Welcome back to the Sunday Mass notes for 8-23-2015. This week the readings focus upon the theme of God calling people to walk in a personal relationship with Him. In the first reading from Joshua, we see a challenge issued by God to forsake the false gods the people’s ancestors served. In the second reading, Saint Paul teaches about the relationship between man and his wife and the mystery of how this parallels that between the Father and the Son. In the Gospel lesson, we study a story where Jesus’ followers came to a point of decision concerning His identity as God in the flesh, the promised Messiah, the nature of whom they misunderstood.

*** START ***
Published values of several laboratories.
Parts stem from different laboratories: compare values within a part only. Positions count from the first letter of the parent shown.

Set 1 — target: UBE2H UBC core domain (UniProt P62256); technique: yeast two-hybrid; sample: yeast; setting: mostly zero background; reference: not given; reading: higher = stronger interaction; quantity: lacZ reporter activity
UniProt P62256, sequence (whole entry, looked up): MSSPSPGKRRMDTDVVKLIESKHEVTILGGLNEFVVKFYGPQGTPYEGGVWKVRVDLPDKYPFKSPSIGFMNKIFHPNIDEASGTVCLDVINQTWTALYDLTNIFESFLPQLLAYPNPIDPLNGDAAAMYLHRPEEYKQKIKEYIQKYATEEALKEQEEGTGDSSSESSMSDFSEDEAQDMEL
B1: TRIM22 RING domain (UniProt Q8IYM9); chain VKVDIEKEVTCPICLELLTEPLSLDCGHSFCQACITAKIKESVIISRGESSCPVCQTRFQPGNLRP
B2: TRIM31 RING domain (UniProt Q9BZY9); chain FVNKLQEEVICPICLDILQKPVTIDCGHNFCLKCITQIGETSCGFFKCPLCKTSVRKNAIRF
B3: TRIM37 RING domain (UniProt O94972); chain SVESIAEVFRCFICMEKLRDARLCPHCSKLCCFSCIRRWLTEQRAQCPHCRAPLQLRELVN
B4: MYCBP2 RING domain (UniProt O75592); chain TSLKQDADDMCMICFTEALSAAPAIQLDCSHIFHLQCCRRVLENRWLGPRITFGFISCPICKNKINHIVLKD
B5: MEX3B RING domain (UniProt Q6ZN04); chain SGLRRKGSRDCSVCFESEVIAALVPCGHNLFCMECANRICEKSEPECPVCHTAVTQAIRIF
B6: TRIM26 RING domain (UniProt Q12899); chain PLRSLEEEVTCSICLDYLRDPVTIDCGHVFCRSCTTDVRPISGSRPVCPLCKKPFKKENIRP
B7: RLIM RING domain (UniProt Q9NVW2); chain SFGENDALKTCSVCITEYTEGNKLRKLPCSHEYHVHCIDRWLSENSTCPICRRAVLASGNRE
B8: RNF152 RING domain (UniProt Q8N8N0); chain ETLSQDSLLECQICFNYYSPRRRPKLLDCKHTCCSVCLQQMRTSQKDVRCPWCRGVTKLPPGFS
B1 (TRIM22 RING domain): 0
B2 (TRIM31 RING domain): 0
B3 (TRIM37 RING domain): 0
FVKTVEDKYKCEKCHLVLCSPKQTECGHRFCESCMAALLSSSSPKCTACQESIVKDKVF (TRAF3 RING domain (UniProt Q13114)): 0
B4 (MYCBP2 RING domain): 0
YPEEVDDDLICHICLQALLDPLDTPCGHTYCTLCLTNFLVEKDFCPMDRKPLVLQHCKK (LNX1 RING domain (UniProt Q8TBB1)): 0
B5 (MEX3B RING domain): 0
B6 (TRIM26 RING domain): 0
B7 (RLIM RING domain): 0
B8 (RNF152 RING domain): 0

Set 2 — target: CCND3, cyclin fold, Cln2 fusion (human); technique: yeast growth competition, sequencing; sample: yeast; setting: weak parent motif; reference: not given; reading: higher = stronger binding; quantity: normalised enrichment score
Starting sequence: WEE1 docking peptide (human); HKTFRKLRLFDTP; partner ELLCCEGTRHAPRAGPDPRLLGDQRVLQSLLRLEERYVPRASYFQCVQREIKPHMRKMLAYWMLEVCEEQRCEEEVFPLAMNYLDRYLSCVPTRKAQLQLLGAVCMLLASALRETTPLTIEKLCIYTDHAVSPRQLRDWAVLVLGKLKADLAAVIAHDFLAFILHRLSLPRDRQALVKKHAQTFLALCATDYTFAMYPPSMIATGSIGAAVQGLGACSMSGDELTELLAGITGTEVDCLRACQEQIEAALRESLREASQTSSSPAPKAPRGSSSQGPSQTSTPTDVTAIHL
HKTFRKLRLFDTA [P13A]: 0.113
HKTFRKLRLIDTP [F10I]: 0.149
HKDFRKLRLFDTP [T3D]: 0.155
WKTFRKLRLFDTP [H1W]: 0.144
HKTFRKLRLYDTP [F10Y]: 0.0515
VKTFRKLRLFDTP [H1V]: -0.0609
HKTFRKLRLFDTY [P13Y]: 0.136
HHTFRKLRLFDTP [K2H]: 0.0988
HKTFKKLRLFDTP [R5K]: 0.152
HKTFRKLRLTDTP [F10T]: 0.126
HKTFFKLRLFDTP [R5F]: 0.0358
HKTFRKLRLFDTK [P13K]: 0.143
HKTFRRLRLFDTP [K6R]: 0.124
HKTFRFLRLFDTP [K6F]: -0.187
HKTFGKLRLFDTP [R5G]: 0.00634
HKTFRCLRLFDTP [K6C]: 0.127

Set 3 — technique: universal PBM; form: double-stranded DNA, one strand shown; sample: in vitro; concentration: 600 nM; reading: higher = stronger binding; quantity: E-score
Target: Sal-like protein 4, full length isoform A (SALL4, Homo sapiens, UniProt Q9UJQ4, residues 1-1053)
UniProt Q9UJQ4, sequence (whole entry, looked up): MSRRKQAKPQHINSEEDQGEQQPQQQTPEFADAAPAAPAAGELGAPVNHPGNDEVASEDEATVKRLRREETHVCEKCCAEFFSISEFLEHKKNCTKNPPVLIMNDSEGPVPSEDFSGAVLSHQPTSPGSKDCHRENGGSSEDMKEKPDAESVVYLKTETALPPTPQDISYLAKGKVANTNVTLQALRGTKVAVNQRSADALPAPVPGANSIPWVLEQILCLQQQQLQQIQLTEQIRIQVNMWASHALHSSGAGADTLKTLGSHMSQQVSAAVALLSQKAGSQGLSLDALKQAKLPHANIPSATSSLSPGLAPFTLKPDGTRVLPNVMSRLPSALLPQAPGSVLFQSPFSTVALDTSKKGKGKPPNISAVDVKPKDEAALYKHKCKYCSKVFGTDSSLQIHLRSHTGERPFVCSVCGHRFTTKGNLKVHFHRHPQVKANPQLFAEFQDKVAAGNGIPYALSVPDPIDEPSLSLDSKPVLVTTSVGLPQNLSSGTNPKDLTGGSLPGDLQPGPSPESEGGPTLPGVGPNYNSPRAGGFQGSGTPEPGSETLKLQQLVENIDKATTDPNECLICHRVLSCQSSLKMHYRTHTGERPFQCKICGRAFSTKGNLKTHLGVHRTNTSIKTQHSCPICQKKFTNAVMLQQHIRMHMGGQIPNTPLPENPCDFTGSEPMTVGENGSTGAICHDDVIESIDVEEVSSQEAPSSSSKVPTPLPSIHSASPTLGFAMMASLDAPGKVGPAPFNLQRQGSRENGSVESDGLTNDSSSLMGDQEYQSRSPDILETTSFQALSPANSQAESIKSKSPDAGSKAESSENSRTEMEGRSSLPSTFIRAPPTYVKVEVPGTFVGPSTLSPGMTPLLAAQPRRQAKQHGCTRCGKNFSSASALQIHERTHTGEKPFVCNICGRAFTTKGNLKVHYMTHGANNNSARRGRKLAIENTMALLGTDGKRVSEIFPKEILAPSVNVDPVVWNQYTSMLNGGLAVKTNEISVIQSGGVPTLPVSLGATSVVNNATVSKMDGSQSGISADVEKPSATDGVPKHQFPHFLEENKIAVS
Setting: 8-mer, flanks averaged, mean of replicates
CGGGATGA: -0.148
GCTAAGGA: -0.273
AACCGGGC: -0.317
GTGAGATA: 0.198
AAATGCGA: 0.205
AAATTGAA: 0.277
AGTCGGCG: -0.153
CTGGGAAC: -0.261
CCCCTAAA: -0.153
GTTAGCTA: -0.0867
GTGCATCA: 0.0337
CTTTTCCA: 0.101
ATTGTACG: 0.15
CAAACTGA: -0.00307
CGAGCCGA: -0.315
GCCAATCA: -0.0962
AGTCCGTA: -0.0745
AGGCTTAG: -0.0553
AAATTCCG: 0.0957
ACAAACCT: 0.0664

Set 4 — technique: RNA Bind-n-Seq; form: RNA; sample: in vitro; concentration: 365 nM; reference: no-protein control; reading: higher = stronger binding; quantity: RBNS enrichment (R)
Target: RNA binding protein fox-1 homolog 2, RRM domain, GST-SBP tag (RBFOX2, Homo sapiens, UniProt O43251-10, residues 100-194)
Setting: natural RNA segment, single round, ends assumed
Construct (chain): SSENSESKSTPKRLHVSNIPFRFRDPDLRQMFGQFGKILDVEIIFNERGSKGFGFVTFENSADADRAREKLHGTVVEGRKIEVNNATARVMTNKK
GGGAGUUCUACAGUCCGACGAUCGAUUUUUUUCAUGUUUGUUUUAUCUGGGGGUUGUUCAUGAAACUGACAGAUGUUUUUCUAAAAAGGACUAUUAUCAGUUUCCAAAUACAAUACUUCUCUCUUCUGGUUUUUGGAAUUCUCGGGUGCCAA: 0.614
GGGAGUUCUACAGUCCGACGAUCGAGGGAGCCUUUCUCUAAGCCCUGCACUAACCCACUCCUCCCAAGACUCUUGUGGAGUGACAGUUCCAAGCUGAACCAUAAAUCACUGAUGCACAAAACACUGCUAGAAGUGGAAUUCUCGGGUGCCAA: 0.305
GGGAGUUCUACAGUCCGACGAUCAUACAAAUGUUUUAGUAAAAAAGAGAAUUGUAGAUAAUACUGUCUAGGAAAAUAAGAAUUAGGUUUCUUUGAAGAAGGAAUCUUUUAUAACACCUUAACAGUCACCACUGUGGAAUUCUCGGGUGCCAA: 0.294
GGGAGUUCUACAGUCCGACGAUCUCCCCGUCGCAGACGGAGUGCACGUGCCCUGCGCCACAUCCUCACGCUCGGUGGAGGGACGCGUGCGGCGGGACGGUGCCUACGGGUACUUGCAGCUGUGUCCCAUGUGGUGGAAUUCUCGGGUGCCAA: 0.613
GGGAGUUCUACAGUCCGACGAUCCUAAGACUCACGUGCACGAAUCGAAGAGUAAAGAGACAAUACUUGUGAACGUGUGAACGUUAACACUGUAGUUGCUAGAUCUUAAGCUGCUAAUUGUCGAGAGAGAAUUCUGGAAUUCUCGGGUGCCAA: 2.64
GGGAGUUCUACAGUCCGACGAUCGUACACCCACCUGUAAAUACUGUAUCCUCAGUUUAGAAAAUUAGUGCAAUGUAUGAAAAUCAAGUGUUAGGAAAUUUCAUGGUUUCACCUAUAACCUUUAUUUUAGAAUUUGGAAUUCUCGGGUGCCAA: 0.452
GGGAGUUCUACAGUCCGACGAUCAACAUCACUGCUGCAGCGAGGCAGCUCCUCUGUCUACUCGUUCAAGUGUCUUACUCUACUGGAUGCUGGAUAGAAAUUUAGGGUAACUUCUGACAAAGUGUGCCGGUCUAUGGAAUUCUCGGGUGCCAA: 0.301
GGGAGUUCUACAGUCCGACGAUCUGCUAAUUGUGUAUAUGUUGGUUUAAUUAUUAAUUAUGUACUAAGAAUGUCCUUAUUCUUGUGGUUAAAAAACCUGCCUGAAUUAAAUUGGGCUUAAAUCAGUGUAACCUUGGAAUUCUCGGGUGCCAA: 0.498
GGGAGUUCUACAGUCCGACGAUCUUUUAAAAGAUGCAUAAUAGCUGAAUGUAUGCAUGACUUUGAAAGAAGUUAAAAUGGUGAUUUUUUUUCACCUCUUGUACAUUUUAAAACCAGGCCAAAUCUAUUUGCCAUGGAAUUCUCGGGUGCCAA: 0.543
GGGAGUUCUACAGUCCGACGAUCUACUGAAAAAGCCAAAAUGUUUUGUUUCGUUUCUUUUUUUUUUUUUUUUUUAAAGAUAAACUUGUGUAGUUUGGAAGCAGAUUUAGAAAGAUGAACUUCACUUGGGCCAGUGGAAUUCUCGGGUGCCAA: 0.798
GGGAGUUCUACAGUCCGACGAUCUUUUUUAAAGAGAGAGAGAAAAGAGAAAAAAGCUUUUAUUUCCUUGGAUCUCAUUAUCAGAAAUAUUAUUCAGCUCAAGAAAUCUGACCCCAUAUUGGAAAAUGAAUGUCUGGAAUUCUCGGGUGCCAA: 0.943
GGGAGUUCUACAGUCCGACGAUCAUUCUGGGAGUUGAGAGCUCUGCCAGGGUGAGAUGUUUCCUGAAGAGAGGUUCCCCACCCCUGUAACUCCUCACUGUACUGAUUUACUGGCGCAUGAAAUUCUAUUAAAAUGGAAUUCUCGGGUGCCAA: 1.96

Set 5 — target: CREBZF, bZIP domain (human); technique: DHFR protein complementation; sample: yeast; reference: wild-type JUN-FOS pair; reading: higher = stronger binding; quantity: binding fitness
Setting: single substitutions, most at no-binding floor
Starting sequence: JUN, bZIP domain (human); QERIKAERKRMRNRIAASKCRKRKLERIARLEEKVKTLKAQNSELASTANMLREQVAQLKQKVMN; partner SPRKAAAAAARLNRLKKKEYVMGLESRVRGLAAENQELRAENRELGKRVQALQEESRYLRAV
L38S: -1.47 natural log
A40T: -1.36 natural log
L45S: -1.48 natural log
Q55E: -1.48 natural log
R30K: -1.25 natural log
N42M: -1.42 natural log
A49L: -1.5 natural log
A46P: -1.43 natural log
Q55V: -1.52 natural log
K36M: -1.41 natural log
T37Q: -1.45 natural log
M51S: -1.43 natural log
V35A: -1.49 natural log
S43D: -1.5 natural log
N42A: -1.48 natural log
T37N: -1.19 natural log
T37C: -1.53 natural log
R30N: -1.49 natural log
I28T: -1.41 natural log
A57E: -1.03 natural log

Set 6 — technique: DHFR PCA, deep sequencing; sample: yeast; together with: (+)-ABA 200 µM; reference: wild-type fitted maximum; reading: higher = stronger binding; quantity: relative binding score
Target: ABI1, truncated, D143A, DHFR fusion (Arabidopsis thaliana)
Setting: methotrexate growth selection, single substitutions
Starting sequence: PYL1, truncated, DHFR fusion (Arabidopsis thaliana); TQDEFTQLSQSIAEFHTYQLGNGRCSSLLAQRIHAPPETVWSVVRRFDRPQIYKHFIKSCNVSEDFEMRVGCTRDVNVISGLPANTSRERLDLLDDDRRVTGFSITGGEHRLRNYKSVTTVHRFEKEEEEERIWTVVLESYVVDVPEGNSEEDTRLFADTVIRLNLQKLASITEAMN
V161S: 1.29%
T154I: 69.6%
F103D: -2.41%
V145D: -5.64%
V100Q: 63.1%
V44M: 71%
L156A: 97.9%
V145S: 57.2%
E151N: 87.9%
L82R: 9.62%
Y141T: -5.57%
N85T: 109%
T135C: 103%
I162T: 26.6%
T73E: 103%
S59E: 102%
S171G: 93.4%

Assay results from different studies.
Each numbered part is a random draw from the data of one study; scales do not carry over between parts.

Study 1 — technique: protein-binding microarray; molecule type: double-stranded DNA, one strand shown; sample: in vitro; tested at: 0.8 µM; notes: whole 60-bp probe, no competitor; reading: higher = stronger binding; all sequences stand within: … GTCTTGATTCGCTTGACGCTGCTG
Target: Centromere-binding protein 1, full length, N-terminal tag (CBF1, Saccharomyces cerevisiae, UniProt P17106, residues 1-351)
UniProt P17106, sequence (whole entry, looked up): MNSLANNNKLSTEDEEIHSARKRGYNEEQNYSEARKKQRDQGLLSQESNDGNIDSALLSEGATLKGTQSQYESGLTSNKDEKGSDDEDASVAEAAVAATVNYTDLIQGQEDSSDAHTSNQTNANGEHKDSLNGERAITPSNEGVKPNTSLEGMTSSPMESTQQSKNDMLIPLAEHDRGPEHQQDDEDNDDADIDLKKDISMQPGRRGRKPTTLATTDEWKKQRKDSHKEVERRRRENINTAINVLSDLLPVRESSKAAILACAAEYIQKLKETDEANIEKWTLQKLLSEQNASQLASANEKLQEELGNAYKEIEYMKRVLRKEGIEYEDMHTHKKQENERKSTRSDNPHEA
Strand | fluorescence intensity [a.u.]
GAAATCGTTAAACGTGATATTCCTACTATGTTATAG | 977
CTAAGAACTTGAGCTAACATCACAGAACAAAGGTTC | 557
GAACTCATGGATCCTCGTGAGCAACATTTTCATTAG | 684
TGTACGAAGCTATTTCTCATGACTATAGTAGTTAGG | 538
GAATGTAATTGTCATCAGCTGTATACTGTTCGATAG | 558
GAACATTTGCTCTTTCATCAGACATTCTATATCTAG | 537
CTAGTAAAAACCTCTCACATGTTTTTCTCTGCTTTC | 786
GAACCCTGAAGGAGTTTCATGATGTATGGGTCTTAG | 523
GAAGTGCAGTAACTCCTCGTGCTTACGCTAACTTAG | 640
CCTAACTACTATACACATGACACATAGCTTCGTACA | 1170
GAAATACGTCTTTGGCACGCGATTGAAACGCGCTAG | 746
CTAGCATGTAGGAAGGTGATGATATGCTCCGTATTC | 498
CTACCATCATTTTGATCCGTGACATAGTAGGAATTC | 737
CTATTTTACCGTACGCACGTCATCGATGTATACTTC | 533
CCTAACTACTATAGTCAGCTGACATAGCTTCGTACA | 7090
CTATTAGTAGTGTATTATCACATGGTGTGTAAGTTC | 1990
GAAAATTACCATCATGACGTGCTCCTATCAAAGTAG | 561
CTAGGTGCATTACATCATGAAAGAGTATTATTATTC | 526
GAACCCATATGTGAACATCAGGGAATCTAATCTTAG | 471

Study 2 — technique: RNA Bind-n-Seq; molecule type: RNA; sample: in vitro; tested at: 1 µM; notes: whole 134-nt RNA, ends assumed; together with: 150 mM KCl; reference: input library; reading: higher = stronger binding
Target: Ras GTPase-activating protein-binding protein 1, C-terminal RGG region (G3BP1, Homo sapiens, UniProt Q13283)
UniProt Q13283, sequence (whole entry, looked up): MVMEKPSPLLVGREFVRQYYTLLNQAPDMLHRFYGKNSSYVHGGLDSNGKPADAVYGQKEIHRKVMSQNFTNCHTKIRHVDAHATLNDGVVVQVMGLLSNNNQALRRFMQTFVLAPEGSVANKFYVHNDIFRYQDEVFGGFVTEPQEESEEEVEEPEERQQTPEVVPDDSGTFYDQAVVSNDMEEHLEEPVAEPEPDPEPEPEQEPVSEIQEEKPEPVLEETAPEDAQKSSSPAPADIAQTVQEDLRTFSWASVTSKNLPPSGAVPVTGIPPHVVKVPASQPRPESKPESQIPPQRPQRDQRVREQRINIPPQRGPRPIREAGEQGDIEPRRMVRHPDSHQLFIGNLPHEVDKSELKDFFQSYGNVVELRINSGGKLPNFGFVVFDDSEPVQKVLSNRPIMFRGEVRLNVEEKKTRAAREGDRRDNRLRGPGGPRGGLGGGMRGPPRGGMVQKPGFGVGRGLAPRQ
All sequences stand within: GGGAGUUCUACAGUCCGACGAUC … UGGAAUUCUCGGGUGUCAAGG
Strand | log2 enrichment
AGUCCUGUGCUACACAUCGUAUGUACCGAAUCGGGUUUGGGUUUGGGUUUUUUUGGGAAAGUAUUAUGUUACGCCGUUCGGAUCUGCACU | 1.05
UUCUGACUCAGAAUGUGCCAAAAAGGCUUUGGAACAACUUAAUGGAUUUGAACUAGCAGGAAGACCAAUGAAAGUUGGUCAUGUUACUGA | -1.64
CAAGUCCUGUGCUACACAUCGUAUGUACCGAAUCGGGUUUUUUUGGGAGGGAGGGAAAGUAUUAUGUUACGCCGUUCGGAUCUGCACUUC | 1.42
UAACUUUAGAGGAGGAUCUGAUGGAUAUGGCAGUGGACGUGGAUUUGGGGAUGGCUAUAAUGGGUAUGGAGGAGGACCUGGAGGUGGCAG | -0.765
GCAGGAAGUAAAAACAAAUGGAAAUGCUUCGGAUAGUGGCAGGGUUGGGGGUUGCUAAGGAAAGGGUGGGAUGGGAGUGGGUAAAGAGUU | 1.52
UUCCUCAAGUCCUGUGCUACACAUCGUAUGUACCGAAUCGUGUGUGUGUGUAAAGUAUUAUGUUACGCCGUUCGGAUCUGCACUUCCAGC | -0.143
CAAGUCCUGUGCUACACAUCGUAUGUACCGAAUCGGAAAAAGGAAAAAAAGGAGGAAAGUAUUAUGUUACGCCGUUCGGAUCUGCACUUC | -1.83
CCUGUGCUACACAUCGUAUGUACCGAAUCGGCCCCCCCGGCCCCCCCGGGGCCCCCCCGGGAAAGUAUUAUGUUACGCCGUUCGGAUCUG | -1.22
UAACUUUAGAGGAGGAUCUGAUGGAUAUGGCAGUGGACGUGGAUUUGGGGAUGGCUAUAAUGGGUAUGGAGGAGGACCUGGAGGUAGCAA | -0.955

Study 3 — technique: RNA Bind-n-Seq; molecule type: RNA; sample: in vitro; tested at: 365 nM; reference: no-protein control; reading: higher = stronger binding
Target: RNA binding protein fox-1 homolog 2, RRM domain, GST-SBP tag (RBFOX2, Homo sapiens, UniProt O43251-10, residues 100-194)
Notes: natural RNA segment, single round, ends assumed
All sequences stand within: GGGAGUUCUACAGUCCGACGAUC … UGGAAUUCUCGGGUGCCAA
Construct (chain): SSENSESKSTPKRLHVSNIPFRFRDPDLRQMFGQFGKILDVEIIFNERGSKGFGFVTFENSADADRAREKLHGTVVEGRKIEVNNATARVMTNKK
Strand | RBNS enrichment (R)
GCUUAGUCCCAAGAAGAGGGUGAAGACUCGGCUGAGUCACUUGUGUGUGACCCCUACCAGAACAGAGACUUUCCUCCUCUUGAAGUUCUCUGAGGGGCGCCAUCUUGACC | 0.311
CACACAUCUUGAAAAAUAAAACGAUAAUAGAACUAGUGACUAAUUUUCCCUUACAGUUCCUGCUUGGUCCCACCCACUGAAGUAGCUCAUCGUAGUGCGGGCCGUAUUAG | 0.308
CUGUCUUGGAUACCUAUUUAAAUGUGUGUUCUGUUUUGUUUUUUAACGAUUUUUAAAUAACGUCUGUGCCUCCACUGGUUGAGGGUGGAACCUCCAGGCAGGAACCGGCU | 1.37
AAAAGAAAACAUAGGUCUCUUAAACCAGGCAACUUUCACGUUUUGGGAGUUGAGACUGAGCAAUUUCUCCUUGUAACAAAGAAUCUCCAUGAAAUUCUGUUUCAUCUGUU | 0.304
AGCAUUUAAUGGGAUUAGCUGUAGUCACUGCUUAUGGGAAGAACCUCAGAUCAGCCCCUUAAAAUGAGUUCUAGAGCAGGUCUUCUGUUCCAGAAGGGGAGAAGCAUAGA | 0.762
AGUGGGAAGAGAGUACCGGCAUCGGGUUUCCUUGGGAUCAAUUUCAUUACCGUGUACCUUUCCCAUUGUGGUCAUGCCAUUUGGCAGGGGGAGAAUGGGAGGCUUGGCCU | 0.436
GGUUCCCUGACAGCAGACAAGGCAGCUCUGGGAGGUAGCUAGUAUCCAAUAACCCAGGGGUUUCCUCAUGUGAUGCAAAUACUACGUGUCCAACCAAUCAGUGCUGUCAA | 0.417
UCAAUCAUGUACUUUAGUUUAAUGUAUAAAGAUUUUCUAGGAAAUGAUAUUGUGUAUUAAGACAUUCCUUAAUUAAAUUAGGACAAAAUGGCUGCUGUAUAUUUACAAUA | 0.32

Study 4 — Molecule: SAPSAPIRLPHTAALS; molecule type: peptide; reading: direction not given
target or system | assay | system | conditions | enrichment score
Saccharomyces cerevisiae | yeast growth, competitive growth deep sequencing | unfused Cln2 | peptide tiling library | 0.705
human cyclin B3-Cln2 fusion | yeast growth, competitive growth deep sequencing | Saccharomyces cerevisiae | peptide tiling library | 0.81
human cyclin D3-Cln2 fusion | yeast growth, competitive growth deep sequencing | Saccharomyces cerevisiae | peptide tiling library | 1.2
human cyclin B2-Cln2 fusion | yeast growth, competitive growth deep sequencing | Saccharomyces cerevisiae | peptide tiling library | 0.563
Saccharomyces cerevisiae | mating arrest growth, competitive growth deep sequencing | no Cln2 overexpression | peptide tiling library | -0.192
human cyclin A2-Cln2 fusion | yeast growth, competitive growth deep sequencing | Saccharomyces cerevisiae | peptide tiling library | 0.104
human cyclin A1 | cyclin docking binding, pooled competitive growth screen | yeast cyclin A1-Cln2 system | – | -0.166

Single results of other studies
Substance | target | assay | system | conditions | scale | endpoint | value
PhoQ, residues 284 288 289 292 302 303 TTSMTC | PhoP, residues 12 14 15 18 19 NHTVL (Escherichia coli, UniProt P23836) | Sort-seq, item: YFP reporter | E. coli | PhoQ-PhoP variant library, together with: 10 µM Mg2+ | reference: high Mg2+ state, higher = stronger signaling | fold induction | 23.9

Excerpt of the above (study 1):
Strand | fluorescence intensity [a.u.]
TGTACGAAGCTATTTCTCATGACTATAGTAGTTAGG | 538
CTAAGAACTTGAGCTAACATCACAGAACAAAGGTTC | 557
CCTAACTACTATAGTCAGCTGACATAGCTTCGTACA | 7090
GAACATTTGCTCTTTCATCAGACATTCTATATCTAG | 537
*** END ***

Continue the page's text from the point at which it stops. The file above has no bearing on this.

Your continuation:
Introduction to the First Reading:

The first reading is from Joshua who was the successor to Moses after the Exodus and the one who led the Hebrew people across the Jordan after Moses’ death. The reading today provides an overview of the monumental charge from Joshua to serve the One true God.

First Reading: